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Syzygies and sun funnels: How 5 teachers along the path of totality are taking on the Great American Eclipse

Julia Donheiser

The moment will last no more than two minutes, 40 seconds.

But educators across the country have spent months preparing for next week’s “Great American Eclipse.”

On August 21, the moon will obscure the sun’s light during the first total solar eclipse to pass through the continental U.S. in 99 years. It will be most dramatic along the so-called path of totality, which will cut directly from Oregon to South Carolina.

Chalkbeat asked teachers along that path about how they’re planning to handle the rare event. From launching balloons to constructing “sun funnels,” here’s how some of the nation’s science teachers are going to handle the plunge into darkness.

Lisa Buckner

Third-grade teacher and STEM coach at Linden Elementary School in Oak Ridge, Tennessee, where the moon will cover 100 percent of the sun. (Thanks to Vox for these calculations!)

Students at Linden Elementary try on their eclipse glasses.
Students at Linden Elementary try on their eclipse glasses.

I’m excited about the eclipse because … After reading that this would be the first total solar eclipse viewable in North America since 1979, the first since 1776 only visible in the U.S., and then also reading about the 1878 eclipse that caused so many Americans to flock to the wild, wild, west — I knew I had to make this event meaningful.

A local company provided us with a $1,000 grant for supplies, and Roane State Community College will open their facilities for us to use for free, and National Oceanic and Atmospheric Administration is helping us excite students by bringing amazing instruments to make our data collection possible, and best of all — all our teachers, administrators, and staff are as excited as I am!

Eclipse fun fact: A syzygy in astronomy is a straight-line configuration of three celestial bodies.

Heidi Heubscher

Fifth-grade teacher at Meadow Point Elementary School in Aurora, Colorado, where the moon will cover 92.1 percent of the sun.

On the day of the eclipse … We’re going to be reading some legends from different cultures from the past to see what different people thought about the eclipse at one point. We’ll also be releasing a balloon with two GoPro cameras attached.

Cindy Hepp and Cheryl Lodge

Fifth-grade science teacher and P.E. and health teacher, respectively, at Trico Elementary School in Campbell Hill, Illinois, where the moon will cover 100 percent of the sun.

Students at Trico Elementary try out their eclipse glasses.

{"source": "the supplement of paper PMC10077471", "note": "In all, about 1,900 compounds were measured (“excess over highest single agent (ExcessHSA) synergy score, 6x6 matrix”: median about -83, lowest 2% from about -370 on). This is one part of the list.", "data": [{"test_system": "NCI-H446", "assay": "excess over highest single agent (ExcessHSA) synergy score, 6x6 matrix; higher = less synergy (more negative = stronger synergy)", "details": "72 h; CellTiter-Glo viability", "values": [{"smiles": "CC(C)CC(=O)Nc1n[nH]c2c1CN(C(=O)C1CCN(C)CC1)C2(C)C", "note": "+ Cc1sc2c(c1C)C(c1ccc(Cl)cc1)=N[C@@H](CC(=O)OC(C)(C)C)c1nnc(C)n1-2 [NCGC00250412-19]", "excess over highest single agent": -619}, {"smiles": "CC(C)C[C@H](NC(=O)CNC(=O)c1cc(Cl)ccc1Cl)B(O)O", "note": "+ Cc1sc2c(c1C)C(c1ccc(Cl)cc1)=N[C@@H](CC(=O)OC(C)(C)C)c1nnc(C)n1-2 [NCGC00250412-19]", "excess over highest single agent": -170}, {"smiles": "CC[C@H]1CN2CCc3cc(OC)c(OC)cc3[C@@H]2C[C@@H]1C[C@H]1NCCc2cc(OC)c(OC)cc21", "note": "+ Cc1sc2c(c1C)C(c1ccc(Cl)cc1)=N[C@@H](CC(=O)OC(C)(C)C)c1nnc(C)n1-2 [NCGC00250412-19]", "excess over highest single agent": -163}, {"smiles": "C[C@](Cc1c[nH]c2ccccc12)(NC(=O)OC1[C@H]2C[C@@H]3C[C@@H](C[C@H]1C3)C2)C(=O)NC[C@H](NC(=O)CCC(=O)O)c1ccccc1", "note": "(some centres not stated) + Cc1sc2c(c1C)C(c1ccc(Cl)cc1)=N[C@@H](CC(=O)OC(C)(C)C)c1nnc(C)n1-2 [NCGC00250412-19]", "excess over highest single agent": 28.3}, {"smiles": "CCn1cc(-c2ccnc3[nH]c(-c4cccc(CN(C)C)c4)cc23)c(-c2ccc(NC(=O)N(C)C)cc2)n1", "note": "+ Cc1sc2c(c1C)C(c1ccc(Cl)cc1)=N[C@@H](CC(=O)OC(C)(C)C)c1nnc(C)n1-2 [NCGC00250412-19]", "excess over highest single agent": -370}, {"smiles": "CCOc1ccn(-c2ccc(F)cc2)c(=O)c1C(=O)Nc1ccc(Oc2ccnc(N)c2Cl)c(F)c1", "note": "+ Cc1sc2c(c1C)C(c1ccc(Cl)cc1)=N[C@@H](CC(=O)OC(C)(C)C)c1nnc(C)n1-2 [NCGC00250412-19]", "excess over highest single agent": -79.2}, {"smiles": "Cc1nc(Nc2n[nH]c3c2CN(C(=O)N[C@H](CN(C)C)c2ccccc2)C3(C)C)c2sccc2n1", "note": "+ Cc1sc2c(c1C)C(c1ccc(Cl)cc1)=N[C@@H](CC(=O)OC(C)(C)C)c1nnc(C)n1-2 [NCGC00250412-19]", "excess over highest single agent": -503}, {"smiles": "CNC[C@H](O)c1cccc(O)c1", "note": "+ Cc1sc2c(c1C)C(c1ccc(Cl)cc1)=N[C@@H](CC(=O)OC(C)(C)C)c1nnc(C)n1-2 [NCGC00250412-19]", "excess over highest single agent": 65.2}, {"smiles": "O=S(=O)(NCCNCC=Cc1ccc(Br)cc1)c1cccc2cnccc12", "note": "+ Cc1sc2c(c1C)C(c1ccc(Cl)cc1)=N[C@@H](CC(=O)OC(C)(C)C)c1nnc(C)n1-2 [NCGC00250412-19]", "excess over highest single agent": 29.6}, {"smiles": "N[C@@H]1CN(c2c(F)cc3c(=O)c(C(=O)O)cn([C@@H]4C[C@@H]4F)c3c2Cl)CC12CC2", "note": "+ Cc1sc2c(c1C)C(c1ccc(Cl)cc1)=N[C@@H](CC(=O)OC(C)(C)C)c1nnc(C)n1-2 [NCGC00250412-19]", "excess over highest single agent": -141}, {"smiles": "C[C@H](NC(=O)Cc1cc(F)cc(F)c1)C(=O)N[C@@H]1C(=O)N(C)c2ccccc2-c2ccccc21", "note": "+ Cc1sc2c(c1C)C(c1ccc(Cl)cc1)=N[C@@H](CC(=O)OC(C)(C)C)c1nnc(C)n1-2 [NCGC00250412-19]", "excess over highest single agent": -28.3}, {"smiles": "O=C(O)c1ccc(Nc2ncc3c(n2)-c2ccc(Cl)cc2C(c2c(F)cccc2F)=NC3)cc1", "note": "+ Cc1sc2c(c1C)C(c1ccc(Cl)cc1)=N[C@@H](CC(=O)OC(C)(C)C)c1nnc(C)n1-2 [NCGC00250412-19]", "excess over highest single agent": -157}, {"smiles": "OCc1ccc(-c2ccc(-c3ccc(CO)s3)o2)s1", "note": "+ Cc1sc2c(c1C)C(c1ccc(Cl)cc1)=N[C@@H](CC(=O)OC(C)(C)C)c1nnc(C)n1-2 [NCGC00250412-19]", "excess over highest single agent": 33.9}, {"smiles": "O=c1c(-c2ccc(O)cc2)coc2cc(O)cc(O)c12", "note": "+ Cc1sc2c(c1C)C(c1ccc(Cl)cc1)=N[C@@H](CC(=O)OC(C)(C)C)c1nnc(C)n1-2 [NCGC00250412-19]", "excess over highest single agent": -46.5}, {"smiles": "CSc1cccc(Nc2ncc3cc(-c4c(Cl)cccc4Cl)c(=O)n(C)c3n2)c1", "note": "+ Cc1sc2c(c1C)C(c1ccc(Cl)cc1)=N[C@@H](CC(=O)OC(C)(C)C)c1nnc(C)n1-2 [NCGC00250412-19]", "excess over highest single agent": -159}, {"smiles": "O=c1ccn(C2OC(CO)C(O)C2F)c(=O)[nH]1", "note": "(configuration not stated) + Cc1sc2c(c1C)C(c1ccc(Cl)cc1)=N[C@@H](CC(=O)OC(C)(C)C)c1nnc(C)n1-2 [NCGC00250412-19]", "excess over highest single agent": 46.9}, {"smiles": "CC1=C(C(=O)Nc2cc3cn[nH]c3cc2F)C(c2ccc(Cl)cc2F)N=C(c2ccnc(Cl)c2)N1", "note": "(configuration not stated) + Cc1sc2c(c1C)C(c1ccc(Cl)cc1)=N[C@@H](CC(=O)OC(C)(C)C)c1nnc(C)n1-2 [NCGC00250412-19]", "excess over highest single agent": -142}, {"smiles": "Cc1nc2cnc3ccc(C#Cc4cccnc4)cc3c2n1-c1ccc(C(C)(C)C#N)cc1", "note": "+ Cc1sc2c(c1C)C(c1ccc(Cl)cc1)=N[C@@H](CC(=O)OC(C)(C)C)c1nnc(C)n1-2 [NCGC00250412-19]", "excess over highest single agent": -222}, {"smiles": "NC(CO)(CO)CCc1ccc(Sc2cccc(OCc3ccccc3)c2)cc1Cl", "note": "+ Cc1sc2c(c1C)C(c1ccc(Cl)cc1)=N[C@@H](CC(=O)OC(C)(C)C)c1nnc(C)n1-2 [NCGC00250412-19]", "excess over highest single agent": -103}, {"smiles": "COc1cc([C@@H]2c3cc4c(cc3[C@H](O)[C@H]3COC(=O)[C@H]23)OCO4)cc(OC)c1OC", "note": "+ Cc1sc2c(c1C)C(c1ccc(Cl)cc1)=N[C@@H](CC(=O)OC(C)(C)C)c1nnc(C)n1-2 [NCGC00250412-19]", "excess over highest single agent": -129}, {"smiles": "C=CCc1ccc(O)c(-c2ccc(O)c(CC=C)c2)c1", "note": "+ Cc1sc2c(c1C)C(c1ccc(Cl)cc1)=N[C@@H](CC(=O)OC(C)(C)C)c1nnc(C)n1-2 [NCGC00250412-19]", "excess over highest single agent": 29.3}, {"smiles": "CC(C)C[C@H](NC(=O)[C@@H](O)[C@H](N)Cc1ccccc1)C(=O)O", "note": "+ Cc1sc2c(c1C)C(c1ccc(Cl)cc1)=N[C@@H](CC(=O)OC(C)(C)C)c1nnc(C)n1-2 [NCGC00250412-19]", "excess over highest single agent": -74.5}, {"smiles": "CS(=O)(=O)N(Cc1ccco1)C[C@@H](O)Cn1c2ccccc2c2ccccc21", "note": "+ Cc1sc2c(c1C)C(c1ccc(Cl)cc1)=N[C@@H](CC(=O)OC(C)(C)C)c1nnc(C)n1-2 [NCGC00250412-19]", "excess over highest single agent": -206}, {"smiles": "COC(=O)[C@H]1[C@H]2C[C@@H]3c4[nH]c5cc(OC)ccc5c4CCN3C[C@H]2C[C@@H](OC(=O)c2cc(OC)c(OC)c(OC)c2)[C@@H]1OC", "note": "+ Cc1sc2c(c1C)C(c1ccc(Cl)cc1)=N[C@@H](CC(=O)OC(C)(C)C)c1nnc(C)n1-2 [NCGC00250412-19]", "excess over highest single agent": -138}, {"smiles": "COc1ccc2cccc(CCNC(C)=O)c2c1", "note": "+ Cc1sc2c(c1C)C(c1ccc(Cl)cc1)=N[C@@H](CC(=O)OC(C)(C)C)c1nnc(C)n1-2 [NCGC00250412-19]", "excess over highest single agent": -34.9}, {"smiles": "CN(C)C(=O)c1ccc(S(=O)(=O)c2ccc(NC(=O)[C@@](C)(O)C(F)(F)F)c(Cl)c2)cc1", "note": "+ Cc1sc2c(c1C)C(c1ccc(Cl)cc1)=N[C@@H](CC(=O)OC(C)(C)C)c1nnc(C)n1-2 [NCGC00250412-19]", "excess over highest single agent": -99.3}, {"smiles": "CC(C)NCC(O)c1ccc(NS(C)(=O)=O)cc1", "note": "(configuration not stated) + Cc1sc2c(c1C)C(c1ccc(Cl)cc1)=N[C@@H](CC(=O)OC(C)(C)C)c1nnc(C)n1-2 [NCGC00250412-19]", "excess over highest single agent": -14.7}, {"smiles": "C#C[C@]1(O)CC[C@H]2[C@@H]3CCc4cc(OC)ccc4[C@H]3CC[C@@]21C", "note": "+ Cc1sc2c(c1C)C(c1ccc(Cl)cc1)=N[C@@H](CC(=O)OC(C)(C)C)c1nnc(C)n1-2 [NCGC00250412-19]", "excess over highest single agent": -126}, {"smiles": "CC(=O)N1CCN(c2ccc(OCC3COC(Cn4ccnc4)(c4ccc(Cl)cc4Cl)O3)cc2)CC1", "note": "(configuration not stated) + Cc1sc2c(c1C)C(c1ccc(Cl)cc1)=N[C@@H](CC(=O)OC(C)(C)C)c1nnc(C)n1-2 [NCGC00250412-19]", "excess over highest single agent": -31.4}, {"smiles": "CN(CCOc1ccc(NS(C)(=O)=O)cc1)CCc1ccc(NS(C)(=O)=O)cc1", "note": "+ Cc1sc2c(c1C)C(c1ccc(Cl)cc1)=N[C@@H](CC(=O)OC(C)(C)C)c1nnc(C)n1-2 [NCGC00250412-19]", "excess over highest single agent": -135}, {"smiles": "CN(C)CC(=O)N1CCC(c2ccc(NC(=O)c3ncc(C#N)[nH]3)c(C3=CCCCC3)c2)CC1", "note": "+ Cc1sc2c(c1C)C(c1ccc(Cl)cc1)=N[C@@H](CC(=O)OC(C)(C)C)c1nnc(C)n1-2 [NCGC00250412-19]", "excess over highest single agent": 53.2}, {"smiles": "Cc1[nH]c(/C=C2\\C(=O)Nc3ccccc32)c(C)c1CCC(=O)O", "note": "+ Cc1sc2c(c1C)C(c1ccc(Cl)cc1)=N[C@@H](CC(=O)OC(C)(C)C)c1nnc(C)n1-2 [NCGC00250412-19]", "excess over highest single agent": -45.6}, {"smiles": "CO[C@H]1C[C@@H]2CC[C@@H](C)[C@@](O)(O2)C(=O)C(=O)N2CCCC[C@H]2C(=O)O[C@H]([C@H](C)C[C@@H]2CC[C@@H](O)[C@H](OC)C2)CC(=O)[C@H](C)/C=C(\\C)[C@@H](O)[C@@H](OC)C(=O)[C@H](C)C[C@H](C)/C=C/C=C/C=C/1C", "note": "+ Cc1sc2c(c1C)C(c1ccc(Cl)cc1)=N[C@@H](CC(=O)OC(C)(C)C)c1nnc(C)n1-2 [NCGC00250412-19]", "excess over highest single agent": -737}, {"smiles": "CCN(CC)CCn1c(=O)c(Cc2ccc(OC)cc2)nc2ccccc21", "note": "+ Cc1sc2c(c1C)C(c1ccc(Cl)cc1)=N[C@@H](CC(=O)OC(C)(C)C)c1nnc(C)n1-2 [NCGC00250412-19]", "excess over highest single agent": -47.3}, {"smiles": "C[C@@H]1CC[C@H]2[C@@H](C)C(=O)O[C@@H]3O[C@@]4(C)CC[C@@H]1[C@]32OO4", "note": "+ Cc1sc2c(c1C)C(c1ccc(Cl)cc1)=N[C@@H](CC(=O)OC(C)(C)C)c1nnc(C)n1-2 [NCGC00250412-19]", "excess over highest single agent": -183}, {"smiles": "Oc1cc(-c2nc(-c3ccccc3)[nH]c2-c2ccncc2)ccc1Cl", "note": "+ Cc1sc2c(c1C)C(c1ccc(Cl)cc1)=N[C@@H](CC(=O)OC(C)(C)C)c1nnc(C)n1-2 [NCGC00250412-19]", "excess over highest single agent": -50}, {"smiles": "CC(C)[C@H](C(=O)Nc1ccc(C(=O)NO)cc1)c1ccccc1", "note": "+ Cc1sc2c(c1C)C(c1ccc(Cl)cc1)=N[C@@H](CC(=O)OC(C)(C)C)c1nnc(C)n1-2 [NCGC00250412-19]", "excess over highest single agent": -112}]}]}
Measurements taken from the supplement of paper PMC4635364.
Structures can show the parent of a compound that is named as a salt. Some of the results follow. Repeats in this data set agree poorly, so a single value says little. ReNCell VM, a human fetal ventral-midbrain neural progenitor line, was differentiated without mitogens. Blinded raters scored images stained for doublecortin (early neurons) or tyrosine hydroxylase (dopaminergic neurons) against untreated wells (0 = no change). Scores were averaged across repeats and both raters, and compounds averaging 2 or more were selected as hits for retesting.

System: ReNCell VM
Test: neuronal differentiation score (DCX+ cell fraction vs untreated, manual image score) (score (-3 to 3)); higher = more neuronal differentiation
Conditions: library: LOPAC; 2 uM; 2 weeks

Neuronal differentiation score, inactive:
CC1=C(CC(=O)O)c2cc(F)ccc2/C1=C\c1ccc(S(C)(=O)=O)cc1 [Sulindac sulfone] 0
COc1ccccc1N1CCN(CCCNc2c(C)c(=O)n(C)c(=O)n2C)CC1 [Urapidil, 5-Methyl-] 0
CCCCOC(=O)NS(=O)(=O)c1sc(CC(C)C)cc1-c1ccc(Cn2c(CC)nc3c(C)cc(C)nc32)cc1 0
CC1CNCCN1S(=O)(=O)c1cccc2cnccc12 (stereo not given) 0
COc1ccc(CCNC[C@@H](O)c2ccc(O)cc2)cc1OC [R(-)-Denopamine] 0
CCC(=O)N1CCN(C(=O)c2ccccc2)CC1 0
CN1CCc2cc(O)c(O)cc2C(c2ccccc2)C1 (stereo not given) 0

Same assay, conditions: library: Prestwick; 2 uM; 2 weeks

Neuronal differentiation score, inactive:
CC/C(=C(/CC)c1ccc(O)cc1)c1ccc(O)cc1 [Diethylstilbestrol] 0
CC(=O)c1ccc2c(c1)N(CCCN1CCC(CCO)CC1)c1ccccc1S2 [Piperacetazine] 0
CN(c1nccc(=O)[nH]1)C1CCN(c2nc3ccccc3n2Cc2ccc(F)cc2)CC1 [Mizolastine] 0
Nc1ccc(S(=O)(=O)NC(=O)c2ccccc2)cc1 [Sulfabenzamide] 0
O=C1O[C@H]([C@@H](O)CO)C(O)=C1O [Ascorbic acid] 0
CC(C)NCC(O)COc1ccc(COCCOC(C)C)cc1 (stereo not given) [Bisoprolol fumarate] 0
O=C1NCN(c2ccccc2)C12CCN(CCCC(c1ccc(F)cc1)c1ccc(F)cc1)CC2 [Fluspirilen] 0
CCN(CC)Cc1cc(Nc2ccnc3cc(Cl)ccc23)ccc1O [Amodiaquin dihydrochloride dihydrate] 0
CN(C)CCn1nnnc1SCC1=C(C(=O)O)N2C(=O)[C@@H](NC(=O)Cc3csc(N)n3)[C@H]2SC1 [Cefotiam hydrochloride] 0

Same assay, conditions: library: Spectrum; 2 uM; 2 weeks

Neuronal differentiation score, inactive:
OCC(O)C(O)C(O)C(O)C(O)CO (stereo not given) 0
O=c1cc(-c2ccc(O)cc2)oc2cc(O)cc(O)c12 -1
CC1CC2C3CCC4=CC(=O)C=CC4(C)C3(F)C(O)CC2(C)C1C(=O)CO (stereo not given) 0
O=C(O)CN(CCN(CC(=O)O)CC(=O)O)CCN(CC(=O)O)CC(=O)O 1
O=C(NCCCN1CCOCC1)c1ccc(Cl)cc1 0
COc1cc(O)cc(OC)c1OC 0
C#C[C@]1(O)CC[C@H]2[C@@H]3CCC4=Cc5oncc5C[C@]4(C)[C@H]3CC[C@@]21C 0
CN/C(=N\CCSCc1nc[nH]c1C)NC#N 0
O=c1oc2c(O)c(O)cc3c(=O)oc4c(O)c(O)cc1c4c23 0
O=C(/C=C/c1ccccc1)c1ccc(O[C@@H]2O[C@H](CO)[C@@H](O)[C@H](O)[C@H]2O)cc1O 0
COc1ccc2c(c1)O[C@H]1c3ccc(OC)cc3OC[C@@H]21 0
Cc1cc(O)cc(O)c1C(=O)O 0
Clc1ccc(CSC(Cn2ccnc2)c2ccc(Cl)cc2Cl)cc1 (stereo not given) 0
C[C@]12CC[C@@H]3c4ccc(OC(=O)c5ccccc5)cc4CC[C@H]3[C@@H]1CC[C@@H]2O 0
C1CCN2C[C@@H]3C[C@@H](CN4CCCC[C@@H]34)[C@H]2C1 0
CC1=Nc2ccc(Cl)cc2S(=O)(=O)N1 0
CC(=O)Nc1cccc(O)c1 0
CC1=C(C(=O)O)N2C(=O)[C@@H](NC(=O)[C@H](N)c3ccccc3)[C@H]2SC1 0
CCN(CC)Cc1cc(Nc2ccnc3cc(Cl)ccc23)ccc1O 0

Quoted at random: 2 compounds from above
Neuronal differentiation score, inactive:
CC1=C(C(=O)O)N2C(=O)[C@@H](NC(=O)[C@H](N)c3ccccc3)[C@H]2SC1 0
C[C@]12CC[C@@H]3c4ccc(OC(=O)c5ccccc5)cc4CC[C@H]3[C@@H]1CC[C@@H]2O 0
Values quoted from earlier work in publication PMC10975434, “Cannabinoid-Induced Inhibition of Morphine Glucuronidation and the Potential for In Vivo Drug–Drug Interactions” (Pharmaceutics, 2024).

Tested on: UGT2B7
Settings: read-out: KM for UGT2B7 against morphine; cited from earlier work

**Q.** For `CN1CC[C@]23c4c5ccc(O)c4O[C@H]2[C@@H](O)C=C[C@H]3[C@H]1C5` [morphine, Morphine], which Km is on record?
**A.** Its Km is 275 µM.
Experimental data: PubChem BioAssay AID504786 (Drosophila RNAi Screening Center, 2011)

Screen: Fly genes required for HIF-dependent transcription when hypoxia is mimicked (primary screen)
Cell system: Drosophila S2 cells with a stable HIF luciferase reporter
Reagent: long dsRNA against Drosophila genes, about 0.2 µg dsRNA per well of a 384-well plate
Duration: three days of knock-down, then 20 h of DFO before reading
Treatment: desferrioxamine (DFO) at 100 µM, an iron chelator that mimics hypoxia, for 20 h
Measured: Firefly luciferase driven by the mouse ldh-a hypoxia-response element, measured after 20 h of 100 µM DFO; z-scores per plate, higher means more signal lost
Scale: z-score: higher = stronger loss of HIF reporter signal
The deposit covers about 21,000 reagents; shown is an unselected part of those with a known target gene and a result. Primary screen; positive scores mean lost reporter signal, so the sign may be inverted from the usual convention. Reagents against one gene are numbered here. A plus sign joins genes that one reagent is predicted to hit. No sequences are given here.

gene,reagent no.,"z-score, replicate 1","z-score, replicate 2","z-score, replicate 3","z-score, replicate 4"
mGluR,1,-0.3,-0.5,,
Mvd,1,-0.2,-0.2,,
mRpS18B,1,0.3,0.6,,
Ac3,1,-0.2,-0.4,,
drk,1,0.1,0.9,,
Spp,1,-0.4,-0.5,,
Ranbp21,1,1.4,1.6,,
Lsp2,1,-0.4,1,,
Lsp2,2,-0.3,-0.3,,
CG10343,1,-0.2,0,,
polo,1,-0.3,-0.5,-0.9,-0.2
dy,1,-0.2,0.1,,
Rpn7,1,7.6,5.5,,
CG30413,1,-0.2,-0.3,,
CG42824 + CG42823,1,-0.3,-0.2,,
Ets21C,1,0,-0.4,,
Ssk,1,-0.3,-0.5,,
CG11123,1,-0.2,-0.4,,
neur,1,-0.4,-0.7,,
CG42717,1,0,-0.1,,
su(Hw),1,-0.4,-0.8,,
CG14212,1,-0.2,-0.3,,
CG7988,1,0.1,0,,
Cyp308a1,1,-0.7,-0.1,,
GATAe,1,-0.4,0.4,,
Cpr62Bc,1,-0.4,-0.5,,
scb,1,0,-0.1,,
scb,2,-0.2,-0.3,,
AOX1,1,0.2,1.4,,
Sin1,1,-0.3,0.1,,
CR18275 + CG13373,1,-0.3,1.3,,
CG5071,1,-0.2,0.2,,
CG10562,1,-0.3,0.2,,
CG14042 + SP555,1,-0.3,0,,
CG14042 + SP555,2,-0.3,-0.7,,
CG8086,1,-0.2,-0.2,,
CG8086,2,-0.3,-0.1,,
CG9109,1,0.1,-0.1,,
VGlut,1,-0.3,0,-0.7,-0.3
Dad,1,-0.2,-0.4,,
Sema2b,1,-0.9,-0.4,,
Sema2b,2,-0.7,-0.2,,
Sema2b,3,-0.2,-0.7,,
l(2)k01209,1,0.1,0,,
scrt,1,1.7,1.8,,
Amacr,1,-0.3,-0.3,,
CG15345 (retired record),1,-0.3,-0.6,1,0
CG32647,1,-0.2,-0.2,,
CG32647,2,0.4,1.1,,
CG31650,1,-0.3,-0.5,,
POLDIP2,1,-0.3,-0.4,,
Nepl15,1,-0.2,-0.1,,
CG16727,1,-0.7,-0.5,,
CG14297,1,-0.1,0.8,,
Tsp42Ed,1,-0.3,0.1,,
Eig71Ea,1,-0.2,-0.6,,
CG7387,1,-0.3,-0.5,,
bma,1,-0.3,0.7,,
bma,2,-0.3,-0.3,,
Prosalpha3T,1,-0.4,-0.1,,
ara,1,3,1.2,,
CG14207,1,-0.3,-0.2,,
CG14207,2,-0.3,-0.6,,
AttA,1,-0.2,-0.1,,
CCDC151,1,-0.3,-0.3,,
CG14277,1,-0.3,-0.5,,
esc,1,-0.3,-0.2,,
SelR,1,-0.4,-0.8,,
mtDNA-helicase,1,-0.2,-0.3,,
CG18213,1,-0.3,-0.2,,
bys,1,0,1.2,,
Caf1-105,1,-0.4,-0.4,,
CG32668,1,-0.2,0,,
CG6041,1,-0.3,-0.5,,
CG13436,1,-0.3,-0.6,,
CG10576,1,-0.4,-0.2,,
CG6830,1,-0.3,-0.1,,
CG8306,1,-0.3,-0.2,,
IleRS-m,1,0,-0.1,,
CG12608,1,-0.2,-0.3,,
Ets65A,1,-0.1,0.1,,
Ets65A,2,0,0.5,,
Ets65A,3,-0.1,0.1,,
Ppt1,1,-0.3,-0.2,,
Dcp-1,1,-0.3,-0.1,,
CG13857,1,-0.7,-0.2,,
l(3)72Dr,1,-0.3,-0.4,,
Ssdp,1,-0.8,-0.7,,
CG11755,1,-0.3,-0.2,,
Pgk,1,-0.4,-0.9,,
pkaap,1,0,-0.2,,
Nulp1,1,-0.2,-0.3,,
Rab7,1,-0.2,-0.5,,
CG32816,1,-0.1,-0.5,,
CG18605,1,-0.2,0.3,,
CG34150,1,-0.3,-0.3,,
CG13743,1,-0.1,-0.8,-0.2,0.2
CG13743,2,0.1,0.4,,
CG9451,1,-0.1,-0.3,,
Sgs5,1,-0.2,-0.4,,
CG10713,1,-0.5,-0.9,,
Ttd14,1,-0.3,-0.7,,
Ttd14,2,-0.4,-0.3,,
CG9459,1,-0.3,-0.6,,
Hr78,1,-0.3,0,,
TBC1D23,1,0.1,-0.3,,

Students at Trico Elementary try out their eclipse glasses.

Our students are excited … about the two minutes and 32.6 seconds of totality that we will experience. They are also curious about how it will affect the temperature and insects. After viewing footage from other total eclipses, they became super excited about seeing the Diamond Ring phase and Baily’s Beads.

I’m excited because … Our hope is that what they will experience during the eclipse will pique their interest in space science careers. We would love to see some of our students go into the field of astronomical physics or develop a lifelong interest in the night sky.

Eclipse fun fact: We are in an area that will experience two total eclipses within seven years. In 2024, another total solar eclipse will cross our area!

Angela Bergman

Earth and space science teacher at Westside High School in Omaha, Nebraska, where the moon will cover 98.4 percent of the sun.

On the day of the eclipse … Students will be observing the incoming light using UV beads, as well as looking at animal behaviors. Every member of our school district, both students and staff, will get a pair of eclipse glasses.

I’m excited because … This solar eclipse we can see from our school or backyard. We get to share in this experience as a community, and we don’t have to travel to do it. It is also unique because it goes across the entire nation. How cool for us as a nation!

Eclipse fun fact: The moon is moving ever so slowly away from us. Eventually, we won’t get to see total solar eclipses! So, if you have the opportunity to travel to where there will be a total eclipse, you should go.

Ronak Shah

Seventh-grade science teacher at KIPP Indy College Prep Middle in Indianapolis, Indiana, where the moon will cover 91 percent of the sun.

Ronak Shah teaching at KIPP Indy.
Ronak Shah teaching at KIPP Indy.
Courtesy of Ronak Shah

I’ve been preparing by … giving my students little teasers, like video clips and photos. Thanks to “Thor: The Dark World” and the “Twilight” series, my students are familiar with eclipses and how they look, but they are less familiar with why they occur, and few knew that one will be visible to us so soon!

My students are excited because … As you might imagine, the eclipse — as well as the upcoming Perseids meteor shower — have been figuring heavily into current events.

I’m excited because … I’m building a sun funnel for my entire class to be able to see a projection of the eclipse safely. I’m really excited to be able to provide a way for them to experience the event as a group, especially since we don’t have the resources to purchase solar glasses for all of our students.

That said, I’m a bit nervous that a student may be tempted to look at the eclipse directly with their naked eyes. I’ve been sure to give students plenty of priming information as to why this is an awful idea, including some pretty gross videos, but when something so amazing and rare takes place, there’s always the chance that one of my students will want to sneak a peek.

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